Fat Joe insists major labels don’t understand black culture
(Credit: Alamy)


Fat Joe insists major labels don't understand black culture

Fat Joe is a legendary rapper with plenty of experience in the music industry. First crossing into the mainstream in the late 1990s with his friend, the late Big Pun, Joe has first-hand knowledge of what it is like to release music through both independent and major labels.

Joe first entered the music scene independently. He then signed with a small label, Relativity Records and was one of only three signees alongside Chi-Ali and The Beatnuts. However, by the 2000s, he had signed with Atlantic Records and was part of the industry machine. The lyricist (real name Jose Cartagena) label-hopped for many years, working with Virgin, EMI, and even E1. However, in 2016, all the majors were cut loose.

Cartagena eventually set up his own label, Terror Squad Productions. In a sit-down, in-depth interview with the Wall Street Journal, he revealed why he believes being independent is the right move for versatile artists. 

Delving into his past dealings with formidable record companies, Cartagena explained that he felt unappreciated and exploited by the industry giants and lost faith in his team, saying, “I don’t believe in these people. For one, I feel like the major label system is a Ponzi scheme, and they do funny math.”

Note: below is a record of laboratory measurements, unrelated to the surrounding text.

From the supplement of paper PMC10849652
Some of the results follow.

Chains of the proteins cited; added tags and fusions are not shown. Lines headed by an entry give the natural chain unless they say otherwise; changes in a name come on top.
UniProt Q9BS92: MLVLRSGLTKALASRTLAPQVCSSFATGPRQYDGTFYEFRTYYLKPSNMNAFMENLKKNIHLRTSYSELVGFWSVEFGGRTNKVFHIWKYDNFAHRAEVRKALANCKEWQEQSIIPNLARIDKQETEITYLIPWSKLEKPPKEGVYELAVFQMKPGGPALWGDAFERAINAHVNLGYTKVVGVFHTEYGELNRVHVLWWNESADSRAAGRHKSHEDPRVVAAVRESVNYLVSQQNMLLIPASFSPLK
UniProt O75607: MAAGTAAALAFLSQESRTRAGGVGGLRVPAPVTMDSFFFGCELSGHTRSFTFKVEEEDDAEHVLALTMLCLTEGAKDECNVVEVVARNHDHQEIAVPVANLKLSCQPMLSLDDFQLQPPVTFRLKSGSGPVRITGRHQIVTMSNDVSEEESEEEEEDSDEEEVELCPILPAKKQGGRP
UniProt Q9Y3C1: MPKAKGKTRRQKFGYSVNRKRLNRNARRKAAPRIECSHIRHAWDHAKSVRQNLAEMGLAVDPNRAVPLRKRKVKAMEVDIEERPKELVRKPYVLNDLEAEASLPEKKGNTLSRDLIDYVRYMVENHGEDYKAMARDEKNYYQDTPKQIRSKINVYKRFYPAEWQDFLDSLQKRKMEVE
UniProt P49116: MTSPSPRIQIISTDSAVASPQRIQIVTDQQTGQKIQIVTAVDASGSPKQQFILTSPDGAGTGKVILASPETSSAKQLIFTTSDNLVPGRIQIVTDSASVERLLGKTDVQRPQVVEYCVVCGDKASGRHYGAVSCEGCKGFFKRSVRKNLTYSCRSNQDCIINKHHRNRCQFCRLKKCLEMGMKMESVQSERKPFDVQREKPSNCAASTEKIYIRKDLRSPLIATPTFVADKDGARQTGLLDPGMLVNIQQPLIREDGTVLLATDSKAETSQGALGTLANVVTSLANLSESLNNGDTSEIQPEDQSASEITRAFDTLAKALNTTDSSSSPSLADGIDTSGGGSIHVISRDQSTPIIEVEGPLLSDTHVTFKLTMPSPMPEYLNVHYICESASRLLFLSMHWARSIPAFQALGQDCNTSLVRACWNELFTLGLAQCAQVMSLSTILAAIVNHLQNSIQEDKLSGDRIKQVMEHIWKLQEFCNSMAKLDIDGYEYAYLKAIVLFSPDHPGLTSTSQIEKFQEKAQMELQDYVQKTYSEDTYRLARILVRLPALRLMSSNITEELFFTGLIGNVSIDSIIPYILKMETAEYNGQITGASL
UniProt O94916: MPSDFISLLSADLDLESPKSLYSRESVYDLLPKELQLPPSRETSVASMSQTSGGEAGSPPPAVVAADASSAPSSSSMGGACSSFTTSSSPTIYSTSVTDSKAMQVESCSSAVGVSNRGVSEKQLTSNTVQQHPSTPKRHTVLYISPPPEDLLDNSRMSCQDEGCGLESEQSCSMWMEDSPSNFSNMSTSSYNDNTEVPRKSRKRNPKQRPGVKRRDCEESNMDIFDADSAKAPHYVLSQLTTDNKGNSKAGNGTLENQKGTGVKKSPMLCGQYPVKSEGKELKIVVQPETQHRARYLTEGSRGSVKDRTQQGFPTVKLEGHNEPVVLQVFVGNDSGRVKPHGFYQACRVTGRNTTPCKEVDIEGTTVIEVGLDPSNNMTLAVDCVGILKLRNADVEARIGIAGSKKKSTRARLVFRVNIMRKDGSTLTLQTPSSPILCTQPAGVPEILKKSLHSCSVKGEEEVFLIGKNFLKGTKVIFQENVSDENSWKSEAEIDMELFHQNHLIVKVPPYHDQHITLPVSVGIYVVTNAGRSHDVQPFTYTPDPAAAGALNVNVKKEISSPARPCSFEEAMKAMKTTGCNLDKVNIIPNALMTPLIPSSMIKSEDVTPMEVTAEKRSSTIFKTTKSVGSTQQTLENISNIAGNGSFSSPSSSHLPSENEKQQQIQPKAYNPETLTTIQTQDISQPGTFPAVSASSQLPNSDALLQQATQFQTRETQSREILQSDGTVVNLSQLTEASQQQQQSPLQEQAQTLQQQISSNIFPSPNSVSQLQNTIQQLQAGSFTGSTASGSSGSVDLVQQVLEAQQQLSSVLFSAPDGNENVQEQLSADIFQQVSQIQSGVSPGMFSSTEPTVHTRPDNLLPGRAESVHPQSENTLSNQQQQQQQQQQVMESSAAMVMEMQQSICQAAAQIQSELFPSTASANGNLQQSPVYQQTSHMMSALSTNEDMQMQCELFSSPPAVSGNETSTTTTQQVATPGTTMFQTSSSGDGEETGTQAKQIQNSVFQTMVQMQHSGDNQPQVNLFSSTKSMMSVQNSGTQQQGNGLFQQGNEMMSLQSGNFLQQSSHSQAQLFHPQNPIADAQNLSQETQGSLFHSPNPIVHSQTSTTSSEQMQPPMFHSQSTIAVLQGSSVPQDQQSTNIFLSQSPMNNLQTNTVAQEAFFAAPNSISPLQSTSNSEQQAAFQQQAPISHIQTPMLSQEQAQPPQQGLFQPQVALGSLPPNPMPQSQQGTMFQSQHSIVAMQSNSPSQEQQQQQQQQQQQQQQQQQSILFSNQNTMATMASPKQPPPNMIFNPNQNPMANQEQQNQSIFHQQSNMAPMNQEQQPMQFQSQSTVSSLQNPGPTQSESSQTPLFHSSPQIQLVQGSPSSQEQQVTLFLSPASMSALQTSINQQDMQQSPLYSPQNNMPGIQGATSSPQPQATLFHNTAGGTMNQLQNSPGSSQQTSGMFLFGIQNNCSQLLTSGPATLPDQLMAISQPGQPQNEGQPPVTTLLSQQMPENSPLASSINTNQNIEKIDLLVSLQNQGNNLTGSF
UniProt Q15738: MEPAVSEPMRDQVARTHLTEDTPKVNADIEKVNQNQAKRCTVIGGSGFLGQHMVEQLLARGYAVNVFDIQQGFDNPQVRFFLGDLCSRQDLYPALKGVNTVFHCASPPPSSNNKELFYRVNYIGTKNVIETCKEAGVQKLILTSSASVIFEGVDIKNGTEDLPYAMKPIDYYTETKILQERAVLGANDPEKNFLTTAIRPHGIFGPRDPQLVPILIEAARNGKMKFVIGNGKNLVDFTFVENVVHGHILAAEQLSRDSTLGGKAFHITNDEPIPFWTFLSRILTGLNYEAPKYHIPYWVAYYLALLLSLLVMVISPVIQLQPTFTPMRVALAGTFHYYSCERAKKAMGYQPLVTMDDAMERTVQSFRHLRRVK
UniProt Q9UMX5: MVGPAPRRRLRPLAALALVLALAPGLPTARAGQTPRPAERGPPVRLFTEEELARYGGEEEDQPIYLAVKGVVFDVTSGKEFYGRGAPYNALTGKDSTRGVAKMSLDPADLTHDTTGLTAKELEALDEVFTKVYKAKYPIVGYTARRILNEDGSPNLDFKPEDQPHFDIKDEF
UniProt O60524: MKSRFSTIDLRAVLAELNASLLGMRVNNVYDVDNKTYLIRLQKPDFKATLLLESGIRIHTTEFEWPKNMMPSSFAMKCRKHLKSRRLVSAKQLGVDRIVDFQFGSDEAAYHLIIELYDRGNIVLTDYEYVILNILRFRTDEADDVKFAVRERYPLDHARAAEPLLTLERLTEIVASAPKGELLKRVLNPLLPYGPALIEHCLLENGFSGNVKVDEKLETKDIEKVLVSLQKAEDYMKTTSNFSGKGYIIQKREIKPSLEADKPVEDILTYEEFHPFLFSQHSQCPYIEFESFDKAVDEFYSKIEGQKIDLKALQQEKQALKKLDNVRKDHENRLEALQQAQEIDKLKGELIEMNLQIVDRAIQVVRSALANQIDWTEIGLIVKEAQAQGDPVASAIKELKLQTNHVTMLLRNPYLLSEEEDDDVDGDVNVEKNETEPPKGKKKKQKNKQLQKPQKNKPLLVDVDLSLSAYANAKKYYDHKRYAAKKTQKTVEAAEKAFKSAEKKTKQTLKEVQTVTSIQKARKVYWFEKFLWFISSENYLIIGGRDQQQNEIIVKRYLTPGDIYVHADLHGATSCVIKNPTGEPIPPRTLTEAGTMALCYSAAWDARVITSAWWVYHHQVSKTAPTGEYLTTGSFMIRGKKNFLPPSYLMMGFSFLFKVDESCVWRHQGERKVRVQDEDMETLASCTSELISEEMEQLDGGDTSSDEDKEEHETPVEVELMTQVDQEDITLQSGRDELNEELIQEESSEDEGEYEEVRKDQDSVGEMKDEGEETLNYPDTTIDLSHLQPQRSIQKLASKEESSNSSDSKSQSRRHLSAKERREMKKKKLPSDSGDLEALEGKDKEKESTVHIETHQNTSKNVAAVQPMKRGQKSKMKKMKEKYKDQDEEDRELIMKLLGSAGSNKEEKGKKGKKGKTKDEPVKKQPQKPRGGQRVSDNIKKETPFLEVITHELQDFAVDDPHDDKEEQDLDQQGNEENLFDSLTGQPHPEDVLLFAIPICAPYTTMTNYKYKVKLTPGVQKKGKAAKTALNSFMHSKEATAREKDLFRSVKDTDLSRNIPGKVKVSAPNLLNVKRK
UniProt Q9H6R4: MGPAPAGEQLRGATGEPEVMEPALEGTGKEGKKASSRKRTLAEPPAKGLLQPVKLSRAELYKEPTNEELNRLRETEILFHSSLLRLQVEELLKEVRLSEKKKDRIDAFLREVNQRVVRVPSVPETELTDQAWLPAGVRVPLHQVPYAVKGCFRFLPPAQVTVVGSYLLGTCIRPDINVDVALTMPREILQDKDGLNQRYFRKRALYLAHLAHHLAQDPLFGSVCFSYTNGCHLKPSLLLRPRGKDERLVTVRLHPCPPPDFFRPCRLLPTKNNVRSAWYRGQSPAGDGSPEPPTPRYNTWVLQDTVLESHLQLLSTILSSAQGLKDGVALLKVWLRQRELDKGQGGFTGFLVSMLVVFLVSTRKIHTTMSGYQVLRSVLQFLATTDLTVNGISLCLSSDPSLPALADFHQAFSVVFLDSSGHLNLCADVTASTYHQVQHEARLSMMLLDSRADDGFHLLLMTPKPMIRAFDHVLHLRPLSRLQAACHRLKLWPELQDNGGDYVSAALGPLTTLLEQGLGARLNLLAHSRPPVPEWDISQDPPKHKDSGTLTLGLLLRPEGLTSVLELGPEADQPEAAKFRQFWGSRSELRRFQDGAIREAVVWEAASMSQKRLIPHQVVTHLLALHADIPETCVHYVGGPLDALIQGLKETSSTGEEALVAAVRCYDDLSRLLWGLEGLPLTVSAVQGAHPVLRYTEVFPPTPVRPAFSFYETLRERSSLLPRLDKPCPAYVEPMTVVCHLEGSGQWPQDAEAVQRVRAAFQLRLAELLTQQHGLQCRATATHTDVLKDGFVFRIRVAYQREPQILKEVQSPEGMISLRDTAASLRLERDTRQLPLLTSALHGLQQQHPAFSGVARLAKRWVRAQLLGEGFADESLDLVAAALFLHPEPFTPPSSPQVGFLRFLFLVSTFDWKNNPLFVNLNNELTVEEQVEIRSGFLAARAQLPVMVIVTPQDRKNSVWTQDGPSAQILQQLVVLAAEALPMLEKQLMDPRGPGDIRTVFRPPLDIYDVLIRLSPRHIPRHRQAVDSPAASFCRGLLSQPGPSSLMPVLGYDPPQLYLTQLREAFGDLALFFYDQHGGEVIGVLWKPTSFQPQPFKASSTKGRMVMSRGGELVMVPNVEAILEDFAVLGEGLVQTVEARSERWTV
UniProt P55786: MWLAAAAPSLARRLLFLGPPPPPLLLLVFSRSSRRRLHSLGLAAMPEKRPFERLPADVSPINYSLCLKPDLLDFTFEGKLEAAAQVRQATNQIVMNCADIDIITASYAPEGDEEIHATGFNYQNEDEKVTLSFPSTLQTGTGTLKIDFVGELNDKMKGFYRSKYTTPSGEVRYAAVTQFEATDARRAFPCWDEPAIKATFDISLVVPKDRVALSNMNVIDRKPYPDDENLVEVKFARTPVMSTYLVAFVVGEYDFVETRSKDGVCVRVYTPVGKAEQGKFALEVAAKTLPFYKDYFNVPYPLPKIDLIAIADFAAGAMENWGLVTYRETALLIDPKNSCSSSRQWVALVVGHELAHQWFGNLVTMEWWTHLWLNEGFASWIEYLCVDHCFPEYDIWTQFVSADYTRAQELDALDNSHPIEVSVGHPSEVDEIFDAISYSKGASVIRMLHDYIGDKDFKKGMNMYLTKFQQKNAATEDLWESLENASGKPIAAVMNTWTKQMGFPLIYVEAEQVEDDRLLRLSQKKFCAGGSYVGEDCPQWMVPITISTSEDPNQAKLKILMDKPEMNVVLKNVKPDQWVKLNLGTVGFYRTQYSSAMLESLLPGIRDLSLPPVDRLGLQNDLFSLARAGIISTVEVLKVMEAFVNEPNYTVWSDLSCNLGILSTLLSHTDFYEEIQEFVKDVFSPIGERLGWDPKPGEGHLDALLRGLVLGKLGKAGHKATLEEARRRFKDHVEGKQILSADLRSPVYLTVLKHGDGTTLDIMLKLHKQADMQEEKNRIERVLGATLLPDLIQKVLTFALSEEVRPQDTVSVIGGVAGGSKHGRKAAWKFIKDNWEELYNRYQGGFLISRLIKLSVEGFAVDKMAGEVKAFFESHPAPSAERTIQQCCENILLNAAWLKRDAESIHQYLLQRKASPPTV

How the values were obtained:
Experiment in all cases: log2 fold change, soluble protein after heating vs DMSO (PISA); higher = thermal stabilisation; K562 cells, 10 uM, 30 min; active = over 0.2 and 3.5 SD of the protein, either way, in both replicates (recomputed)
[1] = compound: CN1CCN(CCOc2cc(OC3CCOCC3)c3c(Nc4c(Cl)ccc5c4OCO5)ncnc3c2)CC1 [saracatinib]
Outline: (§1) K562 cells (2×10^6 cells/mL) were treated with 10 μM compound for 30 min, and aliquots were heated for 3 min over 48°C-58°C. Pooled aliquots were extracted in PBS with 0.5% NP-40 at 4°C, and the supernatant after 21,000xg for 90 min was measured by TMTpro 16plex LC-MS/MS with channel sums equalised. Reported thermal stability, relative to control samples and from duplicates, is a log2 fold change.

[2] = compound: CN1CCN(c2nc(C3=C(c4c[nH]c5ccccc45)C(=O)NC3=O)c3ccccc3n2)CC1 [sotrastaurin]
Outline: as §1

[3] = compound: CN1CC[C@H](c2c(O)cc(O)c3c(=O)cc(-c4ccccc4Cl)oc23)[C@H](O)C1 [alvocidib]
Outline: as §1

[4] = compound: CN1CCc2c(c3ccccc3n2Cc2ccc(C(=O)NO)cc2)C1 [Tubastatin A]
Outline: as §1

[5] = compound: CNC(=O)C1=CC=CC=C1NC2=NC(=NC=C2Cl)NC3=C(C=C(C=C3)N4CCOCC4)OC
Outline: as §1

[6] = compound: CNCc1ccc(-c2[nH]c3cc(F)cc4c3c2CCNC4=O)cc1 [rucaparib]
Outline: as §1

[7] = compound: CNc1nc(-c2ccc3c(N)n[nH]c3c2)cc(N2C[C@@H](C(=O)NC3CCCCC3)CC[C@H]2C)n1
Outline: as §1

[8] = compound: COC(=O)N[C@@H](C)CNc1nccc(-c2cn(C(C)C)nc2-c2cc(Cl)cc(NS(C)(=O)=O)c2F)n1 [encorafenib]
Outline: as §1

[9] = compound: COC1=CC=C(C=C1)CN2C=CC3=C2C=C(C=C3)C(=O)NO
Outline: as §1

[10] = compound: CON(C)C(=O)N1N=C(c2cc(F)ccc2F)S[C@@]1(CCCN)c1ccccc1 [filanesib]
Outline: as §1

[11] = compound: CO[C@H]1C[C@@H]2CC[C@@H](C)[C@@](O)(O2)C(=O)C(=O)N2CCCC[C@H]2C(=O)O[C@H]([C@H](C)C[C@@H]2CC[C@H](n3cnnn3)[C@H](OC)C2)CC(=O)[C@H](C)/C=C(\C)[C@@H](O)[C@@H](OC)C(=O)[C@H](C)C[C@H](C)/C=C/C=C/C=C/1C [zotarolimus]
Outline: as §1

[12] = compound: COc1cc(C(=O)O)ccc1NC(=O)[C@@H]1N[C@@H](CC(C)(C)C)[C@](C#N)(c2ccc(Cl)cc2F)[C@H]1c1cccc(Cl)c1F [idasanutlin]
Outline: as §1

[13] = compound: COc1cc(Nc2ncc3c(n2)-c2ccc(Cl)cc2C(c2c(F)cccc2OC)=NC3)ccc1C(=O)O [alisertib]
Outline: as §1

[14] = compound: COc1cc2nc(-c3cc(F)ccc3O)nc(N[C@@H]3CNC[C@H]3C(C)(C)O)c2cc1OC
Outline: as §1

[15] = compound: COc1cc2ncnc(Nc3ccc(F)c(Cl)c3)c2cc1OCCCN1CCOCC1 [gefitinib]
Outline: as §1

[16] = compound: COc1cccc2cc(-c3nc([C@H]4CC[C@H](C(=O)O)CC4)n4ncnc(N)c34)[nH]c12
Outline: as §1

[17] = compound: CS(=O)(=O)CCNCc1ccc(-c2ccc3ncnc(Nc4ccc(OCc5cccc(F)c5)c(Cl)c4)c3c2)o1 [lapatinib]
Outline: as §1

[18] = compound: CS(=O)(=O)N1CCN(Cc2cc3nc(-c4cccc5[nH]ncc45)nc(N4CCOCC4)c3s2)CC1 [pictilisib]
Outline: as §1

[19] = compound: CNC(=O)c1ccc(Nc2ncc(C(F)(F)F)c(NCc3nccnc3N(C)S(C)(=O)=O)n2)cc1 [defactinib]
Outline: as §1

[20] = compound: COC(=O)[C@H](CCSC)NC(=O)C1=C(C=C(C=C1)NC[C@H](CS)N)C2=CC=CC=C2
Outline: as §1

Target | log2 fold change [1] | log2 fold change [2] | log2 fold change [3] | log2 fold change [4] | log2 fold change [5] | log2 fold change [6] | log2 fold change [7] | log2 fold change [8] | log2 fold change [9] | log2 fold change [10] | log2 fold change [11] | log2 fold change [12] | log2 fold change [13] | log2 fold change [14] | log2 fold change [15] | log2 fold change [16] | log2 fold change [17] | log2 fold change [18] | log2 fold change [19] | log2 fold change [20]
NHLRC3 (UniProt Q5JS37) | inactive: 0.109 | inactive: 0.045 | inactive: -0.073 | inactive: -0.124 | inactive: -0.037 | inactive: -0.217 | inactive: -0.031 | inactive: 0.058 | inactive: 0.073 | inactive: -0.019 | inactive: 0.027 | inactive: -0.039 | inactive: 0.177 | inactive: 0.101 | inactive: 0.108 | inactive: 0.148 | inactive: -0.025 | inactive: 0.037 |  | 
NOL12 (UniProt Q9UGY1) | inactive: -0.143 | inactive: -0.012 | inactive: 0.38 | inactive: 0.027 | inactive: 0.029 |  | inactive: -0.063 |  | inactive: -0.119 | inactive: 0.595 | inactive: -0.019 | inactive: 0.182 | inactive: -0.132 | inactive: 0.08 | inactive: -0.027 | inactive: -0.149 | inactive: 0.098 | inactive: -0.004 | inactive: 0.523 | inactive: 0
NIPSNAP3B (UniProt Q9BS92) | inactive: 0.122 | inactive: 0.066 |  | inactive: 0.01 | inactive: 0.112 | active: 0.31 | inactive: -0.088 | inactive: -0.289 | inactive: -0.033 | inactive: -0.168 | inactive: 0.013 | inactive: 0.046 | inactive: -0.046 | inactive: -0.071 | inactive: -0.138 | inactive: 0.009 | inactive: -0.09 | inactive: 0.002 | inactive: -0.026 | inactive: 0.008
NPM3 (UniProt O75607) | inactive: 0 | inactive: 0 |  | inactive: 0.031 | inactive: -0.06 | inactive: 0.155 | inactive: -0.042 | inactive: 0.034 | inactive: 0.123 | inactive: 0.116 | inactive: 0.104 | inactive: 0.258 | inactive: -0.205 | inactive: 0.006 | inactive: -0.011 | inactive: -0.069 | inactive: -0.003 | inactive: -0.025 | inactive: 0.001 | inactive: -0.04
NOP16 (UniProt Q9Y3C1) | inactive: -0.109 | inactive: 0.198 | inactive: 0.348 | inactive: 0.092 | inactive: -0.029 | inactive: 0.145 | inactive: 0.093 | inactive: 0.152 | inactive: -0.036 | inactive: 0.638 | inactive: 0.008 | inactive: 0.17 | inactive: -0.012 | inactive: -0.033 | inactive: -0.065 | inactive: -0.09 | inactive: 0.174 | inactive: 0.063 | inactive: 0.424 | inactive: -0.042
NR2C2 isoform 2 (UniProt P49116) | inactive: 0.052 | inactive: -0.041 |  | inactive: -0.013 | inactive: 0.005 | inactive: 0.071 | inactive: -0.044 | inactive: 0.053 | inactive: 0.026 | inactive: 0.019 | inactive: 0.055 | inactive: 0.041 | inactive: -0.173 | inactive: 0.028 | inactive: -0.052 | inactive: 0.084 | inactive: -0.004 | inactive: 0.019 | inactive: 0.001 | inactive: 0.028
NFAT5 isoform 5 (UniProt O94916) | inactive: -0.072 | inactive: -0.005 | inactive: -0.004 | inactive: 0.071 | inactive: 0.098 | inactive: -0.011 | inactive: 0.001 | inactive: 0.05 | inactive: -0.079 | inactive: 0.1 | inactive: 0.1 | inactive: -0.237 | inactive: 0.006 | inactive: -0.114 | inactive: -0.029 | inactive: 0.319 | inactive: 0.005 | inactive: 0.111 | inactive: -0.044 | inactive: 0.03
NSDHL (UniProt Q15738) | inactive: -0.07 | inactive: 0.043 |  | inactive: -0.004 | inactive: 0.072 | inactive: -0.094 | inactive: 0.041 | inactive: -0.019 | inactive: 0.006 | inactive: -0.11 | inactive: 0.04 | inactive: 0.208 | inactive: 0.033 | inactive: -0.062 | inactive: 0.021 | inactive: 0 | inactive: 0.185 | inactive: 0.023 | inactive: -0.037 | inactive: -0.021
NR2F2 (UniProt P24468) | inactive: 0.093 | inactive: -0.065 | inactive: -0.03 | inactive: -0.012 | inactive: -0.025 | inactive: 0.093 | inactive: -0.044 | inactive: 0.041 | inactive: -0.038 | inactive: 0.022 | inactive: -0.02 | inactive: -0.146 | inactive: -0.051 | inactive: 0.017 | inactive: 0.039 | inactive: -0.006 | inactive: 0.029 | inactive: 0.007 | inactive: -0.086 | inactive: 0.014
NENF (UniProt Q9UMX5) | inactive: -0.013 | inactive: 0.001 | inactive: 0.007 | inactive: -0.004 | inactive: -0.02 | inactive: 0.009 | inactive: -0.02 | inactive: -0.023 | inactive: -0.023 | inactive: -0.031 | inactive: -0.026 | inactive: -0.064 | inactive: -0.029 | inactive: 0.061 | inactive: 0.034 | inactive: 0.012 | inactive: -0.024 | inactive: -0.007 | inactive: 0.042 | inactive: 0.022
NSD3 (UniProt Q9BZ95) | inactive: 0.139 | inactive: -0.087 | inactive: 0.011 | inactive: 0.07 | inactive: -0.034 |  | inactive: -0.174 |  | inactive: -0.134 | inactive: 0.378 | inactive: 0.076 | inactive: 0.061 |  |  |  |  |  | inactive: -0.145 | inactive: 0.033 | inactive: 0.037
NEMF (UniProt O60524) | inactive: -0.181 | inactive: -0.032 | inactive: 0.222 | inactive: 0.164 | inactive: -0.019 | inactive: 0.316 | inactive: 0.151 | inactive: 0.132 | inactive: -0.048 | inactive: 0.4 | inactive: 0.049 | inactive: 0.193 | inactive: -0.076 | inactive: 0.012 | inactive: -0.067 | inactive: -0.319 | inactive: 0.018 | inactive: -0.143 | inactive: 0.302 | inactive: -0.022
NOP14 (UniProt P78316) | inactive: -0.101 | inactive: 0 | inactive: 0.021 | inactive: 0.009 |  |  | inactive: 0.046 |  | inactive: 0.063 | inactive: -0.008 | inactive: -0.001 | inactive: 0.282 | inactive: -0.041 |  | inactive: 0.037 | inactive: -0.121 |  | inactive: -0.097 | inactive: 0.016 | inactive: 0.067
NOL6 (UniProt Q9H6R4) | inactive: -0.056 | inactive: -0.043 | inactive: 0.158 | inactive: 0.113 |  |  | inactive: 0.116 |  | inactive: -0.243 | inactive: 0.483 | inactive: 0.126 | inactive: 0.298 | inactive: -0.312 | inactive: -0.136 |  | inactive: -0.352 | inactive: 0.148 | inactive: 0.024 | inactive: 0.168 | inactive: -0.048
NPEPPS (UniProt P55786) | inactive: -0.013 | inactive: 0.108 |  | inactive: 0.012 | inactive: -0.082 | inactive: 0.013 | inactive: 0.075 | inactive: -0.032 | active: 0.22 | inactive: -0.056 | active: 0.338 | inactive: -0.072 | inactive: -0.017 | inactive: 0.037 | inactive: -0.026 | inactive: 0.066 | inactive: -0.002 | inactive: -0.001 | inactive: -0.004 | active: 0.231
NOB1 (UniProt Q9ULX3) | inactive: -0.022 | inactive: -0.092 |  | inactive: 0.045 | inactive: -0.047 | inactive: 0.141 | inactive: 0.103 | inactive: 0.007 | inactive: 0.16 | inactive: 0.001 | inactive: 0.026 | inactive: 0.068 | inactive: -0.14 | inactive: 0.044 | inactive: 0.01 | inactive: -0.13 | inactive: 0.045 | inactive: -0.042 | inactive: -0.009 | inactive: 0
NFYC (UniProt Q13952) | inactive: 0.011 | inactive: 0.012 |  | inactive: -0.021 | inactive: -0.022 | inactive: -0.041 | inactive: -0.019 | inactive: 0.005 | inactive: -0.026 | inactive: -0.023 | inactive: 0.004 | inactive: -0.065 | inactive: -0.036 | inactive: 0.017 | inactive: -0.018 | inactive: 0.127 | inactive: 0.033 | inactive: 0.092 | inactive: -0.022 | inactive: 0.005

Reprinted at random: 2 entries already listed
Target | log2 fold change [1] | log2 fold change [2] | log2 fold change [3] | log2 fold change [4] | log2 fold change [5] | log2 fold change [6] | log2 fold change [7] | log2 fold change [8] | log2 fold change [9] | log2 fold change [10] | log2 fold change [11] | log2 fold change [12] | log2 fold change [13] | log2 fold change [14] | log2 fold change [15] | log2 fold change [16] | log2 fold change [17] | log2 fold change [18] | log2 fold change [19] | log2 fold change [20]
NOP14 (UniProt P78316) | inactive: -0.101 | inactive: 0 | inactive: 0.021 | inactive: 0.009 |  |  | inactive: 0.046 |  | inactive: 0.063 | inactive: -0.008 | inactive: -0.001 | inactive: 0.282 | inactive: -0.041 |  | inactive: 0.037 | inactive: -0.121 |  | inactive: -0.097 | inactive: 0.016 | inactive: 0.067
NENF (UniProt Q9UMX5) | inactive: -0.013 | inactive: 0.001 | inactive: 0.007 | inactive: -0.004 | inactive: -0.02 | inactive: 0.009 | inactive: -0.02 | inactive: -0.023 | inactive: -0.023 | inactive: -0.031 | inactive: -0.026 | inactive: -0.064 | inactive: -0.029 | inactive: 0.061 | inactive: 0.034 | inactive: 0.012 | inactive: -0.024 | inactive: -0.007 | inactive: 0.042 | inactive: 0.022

The ‘Lean Back’ rhymer unveiled that, over the years, he watched acts even more significant than him sell large numbers but see so little financial gain. Detailing this, Cartagena asserted, “You had to be like the Fugees, who sold 30 million records, to make a dollar. I was talking to [Jennifer Lopez] about it—and you know J. Lo’s a megastar—and she was like, ‘Man, you know these guys, they only give you this [amount] and you never recoup.’ So, it’s a funny math.”

The South Bronx native expounded and told the publication that nowadays, labels put business, money and numbers before the art of music, saying, “Artists, we’re so passionate about our story, we’re so passionate about our music. I would have to go walk into an office to a guy who didn’t even really understand our art and culture.”

He continued, “They just knew how to market, how to promote and make the most profit. I used to beg ’em: ‘Are you gonna push my record? Are you really gonna press the button? Are you really gonna go for it?'”

Clarifying that he is now off labels and happy, Cartagena concluded, “I’m self-funding everything. I would go on tour for a month or two—Yugoslavia, China, anywhere you name—save all my money and then invest in making the album, making the videos, promoting it. And even though I went independent, I kept that same look.”

You can hear part of Fat Joe’s interview with the Wall Street Journal in the video below.